Limestone female figure

  • Neolithic, about 4500-3200 BC.
  • From the island of Kárpathos, Aegean Seaς
  • Height: 6,6 cm
  • GR 1886.3-10.1 (Sculpture A 11)
  • Room 11: Cycladic Islands


The size and style of this ungainly figure is unusual for the Neolithic period in Greece, though it does have features which link it both to smaller counterparts in clay, and to the later marble Cycladic figurines.
The arms are represented as stumps, perhaps because of limitations in the sculptor’s technique, while the legs do not appear at all. This may be explained by a connection with seated Neolithic figure types, where the legs are tucked so closely to the body that they effectively disappear, though again it might be partly explained by technical limitations.
While the stylized appearance of the face, blank apart from the rather beaky nose, is similar to Cycladic sculptures, the sexual characteristics of the figure are more noticeable on this figure. This used to be interpreted as evidence of the early worship of a ‘Great Mother’ goddess; though now it is clear that this is a simplistic explanation for many different phenomena. However, it is possible that the significance of the figure may have been connected with female fertility.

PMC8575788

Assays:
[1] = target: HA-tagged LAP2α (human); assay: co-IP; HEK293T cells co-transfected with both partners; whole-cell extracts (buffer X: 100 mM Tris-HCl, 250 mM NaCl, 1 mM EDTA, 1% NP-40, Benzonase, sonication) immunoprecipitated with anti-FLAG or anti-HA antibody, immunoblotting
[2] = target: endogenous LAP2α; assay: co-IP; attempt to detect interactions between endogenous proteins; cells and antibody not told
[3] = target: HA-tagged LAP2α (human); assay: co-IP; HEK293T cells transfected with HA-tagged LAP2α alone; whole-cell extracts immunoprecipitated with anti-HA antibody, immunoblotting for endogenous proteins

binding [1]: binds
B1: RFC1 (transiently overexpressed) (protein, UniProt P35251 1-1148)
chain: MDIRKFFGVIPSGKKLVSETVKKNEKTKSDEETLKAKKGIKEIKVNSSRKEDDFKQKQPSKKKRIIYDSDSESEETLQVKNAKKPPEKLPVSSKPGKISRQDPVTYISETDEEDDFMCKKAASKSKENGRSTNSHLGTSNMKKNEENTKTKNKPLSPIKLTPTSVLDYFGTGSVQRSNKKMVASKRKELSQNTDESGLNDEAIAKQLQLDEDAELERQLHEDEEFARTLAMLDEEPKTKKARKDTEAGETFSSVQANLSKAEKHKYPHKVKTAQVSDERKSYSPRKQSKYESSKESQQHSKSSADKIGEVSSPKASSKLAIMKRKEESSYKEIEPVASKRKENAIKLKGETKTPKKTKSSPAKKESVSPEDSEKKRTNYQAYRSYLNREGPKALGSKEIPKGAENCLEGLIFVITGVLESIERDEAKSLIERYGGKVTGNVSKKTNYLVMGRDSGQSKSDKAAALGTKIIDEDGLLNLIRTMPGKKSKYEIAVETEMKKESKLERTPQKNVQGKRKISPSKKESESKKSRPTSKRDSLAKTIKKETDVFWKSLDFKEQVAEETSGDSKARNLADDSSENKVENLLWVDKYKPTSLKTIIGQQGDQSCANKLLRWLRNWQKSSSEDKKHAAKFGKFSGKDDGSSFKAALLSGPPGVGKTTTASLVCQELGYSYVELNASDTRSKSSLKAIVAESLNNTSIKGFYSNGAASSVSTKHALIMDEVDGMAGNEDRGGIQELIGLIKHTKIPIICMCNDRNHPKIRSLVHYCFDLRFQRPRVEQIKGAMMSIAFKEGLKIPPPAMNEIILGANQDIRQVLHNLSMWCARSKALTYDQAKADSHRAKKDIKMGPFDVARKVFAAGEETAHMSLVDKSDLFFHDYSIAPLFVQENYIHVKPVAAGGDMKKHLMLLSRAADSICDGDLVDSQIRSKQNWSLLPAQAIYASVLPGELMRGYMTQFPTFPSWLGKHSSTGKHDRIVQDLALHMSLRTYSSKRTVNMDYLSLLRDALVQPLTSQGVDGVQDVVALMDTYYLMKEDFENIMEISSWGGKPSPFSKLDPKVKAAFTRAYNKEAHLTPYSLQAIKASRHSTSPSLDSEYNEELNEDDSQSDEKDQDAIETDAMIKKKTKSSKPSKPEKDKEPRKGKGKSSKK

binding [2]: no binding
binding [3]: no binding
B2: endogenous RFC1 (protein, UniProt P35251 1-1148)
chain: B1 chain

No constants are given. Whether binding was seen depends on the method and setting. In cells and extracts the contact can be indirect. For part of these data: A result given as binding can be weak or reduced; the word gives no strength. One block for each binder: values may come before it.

J.L. Fitton, Cycladic art, 2nd ed. (London, The British Museum Press, 1999)

Rhyton in the shape of a bull’s head

  • Mycenean, about 1300-1200 BC
  • From the island of Kárpathos, Aegean Sea
  • Height: 15,24 cm
  • GR 1887.5-1.6 (Vases A 971)
  • Room 12b: Greece: Mycenaeans
  • A ritual pouring vessel


This clay vessel would have been used for the sprinkling or pouring of liquids as part of a religious ritual. It is hollow, with an opening at the back and a hole in the muzzle.
Ritual sprinklers or libation (liquid offering) vessels were frequently made in the shape of animals heads with small holes in the mouth to allow the liquid to escape. The bull’s head is the most popular form. Bull-head rhyta are also known in other materials, most famously the one carved from serpentine from the Little Palace at Knossos and the example in silver from Shaft Grave IV at Mycenae, both of which had gilded horns.